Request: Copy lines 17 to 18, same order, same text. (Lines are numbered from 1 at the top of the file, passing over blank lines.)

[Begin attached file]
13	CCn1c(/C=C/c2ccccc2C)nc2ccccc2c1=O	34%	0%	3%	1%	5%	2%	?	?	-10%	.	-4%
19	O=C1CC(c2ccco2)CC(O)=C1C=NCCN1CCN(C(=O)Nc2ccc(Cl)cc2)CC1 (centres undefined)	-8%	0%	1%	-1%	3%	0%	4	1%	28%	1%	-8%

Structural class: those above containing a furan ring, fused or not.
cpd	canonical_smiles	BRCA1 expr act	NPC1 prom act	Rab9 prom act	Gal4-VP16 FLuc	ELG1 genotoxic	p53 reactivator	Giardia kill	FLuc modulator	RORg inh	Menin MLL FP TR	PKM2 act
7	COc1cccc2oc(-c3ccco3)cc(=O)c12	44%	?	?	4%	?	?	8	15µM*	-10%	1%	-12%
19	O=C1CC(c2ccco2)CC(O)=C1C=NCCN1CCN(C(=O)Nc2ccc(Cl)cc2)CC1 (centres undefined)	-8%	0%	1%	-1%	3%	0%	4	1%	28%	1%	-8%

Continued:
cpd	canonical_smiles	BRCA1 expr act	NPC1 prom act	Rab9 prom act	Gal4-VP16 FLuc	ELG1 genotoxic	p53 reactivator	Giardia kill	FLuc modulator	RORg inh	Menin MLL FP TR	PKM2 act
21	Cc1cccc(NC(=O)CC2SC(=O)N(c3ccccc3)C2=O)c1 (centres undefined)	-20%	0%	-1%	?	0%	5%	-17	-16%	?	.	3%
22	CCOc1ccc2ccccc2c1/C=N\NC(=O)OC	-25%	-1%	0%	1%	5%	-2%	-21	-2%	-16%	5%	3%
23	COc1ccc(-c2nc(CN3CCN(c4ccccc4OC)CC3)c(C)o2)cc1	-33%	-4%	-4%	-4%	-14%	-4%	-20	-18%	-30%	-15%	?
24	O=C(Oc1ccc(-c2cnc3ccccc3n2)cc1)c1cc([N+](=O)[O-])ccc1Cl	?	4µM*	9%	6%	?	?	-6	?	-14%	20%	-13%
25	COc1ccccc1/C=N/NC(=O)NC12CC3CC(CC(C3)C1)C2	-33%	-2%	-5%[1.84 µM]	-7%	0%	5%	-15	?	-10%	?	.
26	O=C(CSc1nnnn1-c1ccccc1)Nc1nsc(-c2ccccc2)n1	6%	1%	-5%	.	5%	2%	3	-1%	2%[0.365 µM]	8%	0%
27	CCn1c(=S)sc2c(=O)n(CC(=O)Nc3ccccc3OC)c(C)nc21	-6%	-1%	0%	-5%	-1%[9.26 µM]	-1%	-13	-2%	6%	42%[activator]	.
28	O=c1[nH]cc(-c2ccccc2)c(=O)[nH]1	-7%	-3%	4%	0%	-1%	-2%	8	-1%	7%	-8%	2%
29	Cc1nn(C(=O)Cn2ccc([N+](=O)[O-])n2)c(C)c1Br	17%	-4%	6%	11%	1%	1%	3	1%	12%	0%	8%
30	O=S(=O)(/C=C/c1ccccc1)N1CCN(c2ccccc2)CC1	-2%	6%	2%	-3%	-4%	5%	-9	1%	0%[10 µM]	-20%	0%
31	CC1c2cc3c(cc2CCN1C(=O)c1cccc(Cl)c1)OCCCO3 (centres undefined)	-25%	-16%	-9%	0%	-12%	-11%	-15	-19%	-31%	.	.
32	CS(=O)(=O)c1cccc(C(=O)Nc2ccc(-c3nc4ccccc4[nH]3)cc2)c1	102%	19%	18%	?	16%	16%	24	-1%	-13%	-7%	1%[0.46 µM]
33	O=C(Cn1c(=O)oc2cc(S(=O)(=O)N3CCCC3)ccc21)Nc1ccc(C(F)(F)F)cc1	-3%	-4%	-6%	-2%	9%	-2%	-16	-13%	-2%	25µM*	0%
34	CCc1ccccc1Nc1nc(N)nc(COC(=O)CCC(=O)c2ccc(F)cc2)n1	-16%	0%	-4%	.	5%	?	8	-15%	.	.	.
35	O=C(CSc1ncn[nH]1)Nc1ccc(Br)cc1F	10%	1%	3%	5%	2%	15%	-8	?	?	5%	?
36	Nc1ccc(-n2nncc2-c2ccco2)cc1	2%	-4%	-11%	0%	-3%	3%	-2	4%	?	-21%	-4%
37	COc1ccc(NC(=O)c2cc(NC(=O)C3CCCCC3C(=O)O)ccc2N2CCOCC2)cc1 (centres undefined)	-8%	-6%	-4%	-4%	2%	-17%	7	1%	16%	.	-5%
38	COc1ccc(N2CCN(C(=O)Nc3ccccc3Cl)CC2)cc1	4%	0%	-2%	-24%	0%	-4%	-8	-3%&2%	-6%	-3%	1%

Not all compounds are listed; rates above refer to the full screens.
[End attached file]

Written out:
29	Cc1nn(C(=O)Cn2ccc([N+](=O)[O-])n2)c(C)c1Br	17%	-4%	6%	11%	1%	1%	3	1%	12%	0%	8%
30	O=S(=O)(/C=C/c1ccccc1)N1CCN(c2ccccc2)CC1	-2%	6%	2%	-3%	-4%	5%	-9	1%	0%[10 µM]	-20%	0%